Envy and agricultural innocation: An experimental case study from Ethiopia
AbstractThe underlying motivations for envy or related social preferences and their impact on agricultural innovations are examined by combining data from money burning experimental game and household survey from Ethiopia. In the first stage of the money burning experimental game, income inequality is induced by providing different endowments and playing a lottery. In the second, people are allowed to decrease ('burn') other playersâ€™ money at their own expense. Conditional on individual behaviour, experimentally measured envious preferences from others have a negative effect on real life agricultural innovation.
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Bibliographic InfoPaper provided by School of Economics, University of East Anglia, Norwich, UK. in its series Working Paper series, University of East Anglia, Centre for Behavioural and Experimental Social Science (CBESS) with number 11-12.
Date of creation: 01 Mar 2011
Date of revision:
Postal: Helen Chapman, School of Economics, University of East Anglia, Norwich Research Park, Norwich, NR4 7TJ, UK
Other versions of this item:
- Bereket Kebede & Daniel John Zizzo, 2011. "Envy and Agricultural Innovation: An Experimental Case Study from Ethiopia," CSAE Working Paper Series 2011-06, Centre for the Study of African Economies, University of Oxford.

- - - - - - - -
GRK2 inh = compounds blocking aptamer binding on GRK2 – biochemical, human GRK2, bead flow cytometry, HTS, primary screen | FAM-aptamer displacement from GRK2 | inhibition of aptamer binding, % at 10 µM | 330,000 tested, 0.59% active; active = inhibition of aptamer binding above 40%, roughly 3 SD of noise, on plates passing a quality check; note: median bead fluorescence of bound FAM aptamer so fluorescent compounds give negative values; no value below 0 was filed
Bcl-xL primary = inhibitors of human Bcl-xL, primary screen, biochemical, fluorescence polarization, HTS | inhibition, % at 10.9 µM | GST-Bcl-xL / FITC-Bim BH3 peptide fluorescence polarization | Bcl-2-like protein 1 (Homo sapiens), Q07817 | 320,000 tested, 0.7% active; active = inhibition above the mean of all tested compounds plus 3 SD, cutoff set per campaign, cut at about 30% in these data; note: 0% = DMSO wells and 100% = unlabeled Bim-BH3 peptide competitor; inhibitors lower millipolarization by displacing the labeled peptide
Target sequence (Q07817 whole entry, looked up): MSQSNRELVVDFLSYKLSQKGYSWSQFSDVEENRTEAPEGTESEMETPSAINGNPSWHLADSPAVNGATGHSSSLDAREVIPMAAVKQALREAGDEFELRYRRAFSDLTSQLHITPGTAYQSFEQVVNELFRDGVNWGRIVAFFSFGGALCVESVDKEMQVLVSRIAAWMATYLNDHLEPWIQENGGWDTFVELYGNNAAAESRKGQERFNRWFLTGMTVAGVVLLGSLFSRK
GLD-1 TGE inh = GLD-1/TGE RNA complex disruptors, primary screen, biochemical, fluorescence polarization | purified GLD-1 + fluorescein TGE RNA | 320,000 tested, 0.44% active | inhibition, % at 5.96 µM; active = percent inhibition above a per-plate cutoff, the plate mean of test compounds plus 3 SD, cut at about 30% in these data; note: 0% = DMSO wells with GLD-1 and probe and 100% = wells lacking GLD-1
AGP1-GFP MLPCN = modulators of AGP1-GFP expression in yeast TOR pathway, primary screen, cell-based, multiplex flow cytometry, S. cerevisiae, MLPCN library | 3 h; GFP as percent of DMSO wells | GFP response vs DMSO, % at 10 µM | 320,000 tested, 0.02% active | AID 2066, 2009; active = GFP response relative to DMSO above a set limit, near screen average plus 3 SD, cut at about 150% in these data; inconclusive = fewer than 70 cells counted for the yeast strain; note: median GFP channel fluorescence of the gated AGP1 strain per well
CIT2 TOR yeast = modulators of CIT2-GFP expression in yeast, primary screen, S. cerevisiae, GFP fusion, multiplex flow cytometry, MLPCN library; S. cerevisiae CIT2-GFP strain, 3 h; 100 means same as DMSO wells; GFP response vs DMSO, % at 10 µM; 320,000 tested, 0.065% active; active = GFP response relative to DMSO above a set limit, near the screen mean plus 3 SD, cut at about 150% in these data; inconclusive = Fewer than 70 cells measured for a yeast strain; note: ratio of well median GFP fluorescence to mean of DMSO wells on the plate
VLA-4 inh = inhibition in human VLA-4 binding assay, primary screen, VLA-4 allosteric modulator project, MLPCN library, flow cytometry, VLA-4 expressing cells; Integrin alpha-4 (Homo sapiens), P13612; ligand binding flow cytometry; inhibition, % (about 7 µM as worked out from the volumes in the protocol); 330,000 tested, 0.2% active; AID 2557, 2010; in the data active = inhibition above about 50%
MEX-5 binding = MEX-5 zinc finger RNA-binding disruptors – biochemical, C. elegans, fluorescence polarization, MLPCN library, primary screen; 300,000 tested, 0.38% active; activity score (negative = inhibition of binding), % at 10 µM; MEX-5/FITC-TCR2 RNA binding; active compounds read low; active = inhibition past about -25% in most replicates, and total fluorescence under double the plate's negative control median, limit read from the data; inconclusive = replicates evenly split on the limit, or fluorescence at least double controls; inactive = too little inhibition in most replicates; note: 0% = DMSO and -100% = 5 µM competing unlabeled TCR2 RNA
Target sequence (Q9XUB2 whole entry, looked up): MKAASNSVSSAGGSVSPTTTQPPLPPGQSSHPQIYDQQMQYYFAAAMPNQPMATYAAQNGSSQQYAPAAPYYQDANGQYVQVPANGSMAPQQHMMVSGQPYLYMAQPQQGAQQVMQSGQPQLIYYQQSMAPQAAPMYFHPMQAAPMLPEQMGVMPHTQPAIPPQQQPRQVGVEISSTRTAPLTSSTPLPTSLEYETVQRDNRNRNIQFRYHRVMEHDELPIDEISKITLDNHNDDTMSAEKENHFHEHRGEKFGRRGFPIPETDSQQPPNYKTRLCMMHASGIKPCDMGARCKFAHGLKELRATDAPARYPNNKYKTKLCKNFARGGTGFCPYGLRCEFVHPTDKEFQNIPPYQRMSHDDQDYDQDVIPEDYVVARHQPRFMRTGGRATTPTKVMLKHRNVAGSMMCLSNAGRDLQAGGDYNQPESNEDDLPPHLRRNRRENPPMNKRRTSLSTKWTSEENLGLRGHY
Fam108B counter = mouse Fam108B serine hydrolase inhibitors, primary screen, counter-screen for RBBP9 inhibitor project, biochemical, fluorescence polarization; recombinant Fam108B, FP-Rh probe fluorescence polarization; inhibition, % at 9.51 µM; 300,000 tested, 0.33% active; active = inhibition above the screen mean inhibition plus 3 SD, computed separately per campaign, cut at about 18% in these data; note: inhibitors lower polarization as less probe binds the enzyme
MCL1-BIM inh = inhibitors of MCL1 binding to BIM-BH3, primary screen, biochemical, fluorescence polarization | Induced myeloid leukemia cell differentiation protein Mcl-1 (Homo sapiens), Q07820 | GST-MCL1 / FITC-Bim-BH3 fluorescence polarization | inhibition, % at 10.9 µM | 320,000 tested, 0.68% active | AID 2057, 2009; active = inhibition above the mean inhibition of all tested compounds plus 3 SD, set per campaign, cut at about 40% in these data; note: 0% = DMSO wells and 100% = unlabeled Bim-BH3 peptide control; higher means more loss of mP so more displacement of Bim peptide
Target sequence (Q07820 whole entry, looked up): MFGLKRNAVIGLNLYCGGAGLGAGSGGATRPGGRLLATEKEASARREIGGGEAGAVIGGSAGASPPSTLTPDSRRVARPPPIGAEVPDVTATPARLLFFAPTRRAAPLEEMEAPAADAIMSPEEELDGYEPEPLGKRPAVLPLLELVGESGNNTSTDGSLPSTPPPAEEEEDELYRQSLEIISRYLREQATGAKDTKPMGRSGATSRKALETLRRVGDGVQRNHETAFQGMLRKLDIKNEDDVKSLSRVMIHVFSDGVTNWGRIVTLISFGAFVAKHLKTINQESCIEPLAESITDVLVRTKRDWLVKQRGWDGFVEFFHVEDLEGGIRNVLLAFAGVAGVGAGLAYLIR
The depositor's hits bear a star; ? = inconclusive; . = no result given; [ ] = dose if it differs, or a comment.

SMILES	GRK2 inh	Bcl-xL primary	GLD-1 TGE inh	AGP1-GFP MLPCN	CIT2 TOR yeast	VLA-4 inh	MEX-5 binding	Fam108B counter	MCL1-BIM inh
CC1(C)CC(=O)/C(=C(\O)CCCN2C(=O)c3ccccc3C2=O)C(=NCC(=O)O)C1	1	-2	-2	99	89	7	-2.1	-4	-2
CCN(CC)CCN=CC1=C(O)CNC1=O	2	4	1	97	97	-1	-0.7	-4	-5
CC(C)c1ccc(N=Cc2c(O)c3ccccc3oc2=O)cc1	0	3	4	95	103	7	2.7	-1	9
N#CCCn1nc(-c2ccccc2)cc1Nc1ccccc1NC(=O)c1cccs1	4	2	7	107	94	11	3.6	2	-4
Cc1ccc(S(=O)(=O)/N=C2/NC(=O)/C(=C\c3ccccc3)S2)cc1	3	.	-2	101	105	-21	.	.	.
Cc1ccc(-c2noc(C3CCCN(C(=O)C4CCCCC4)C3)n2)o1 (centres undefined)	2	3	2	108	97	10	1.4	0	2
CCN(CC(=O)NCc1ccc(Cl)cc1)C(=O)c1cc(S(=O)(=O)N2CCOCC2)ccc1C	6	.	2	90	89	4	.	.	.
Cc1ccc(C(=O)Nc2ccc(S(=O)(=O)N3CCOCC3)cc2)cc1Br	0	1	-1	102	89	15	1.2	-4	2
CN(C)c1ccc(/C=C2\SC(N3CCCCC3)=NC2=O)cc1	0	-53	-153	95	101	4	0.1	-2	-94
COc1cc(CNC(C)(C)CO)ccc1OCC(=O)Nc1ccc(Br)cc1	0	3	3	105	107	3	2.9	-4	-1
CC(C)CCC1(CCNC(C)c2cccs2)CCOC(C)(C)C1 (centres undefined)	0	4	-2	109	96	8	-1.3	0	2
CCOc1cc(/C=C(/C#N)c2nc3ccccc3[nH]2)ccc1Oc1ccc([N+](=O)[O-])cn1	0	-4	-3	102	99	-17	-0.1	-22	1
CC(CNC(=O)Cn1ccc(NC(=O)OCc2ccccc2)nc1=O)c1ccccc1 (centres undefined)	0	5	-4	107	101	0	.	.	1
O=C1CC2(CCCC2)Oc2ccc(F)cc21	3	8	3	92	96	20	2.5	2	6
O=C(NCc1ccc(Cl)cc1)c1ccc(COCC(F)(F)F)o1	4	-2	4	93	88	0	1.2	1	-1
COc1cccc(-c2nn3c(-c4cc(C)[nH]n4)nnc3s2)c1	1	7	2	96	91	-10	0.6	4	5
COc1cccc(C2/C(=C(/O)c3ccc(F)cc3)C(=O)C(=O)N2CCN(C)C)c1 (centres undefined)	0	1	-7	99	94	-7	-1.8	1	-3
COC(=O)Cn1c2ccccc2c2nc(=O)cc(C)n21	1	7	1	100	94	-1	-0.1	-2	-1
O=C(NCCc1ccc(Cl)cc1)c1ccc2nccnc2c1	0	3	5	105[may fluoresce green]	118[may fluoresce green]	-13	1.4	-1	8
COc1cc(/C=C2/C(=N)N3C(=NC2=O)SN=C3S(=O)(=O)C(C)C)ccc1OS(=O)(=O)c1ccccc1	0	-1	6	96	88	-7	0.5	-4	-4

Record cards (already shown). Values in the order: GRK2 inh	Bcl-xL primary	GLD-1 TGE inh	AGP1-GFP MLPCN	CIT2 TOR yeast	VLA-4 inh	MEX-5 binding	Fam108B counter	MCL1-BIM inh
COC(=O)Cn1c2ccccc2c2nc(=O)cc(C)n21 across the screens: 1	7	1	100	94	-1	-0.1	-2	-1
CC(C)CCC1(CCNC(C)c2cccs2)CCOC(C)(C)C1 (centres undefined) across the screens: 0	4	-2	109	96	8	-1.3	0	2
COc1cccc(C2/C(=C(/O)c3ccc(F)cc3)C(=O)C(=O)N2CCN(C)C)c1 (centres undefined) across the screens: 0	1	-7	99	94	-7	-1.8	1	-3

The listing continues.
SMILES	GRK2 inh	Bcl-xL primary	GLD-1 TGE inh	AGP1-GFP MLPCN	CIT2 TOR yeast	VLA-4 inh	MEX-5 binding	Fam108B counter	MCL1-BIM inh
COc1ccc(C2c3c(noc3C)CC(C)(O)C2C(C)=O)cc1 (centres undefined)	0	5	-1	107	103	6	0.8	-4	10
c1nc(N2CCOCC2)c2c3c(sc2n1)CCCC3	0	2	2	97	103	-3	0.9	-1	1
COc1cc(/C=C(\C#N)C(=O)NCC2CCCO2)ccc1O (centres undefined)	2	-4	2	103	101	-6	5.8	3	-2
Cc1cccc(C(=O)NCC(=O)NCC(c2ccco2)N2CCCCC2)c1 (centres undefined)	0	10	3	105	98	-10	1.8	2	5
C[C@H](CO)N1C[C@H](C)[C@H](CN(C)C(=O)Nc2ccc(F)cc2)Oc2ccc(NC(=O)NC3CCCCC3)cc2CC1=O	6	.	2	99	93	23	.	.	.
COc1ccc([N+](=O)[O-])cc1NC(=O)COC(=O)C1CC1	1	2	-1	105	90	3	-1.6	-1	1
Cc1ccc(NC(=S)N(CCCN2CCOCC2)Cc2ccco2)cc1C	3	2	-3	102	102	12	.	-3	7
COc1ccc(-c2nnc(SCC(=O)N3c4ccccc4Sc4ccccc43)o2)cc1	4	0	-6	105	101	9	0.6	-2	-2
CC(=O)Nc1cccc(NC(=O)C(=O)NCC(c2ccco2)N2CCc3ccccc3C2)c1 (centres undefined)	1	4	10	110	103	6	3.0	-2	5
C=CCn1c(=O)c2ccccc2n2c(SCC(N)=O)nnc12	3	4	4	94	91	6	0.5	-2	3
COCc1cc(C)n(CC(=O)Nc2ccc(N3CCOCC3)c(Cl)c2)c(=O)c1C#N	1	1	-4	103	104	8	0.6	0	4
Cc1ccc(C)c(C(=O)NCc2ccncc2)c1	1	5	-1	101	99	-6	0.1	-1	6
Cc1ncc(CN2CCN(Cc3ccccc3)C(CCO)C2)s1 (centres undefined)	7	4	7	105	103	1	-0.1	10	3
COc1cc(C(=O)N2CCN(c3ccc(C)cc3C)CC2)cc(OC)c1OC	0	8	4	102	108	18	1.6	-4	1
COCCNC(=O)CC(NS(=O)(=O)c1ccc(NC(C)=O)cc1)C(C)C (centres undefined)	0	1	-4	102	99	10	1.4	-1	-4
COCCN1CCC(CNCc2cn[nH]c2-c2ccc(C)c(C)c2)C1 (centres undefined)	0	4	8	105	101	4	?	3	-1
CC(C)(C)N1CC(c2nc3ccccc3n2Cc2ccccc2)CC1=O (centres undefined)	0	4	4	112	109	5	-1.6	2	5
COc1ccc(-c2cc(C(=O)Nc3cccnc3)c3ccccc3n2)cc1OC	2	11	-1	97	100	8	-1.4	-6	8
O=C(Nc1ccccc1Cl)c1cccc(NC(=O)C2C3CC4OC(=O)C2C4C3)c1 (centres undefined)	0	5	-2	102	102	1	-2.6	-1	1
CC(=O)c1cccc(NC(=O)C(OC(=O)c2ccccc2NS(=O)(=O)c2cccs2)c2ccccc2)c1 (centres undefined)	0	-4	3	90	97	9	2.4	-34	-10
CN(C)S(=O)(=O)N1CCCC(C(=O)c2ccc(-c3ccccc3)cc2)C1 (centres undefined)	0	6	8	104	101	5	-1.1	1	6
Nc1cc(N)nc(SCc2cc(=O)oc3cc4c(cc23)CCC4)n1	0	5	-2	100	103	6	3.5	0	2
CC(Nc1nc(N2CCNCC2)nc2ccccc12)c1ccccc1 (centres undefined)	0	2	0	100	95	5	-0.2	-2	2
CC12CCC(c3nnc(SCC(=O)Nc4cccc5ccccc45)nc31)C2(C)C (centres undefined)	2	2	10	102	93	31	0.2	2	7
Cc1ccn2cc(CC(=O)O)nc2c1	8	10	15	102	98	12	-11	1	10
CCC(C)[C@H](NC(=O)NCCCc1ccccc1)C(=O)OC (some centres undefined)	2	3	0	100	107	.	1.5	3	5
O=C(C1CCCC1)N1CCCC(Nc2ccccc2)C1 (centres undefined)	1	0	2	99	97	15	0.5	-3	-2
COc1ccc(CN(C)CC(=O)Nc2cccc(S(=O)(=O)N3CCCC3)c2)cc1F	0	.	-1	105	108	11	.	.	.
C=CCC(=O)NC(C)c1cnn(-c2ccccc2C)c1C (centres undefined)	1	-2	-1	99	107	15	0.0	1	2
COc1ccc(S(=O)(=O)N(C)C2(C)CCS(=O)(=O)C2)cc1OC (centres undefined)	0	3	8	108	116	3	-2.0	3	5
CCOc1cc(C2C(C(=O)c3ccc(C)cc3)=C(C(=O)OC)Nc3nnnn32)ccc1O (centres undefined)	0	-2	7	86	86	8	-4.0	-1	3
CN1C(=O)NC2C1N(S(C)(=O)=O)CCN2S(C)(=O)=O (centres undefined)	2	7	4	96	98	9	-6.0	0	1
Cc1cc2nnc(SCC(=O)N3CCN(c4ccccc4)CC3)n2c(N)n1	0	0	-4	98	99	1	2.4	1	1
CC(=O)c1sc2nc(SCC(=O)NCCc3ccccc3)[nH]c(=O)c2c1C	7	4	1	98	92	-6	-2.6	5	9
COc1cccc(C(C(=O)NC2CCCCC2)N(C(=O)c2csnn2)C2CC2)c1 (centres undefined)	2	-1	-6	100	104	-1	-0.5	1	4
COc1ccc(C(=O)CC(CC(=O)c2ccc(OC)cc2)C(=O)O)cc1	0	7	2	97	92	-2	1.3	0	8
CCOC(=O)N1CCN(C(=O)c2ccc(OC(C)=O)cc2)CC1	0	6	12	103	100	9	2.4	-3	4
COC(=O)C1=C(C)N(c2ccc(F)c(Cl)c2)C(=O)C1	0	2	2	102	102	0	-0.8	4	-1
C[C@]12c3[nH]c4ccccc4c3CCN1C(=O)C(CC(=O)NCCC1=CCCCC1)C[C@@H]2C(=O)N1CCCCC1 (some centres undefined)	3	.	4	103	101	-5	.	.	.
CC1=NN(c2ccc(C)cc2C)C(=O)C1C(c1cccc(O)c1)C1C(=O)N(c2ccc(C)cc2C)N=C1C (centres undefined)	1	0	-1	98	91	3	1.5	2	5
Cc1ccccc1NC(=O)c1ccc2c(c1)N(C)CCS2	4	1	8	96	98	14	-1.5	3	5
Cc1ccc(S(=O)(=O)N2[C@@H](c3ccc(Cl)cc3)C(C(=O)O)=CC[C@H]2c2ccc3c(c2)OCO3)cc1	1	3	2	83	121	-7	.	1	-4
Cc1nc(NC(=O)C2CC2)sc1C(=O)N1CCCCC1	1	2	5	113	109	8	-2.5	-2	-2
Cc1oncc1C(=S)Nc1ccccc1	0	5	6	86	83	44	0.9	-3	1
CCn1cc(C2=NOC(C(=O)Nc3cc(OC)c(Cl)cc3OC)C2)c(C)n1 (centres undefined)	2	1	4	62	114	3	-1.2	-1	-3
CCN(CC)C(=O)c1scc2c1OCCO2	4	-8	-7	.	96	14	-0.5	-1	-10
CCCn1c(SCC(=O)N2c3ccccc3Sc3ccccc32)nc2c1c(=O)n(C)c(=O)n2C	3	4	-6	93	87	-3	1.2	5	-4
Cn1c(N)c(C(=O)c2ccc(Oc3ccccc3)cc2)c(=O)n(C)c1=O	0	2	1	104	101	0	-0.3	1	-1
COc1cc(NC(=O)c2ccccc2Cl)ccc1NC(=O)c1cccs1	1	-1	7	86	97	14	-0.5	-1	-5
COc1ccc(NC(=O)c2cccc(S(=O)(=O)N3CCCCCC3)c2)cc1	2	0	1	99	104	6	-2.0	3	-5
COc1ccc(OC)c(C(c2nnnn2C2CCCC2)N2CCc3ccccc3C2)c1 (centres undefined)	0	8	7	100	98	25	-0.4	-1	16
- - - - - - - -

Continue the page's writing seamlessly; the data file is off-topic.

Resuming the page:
- Bereket Kebede and Daniel John Zizzo, 2011. "Envy and Agricultural Innovation: An Experimental Case Study from Ethiopia," Economics Series Working Papers CSAE WPS/2011-06, University of Oxford, Department of Economics.
- C93 - Mathematical and Quantitative Methods - - Design of Experiments - - - Field Experiments
- D03 - Microeconomics - - General - - - Behavioral Microeconomics; Underlying Principles
- O12 - Economic Development, Technological Change, and Growth - - Economic Development - - - Microeconomic Analyses of Economic Development
- O55 - Economic Development, Technological Change, and Growth - - Economywide Country Studies - - - Africa
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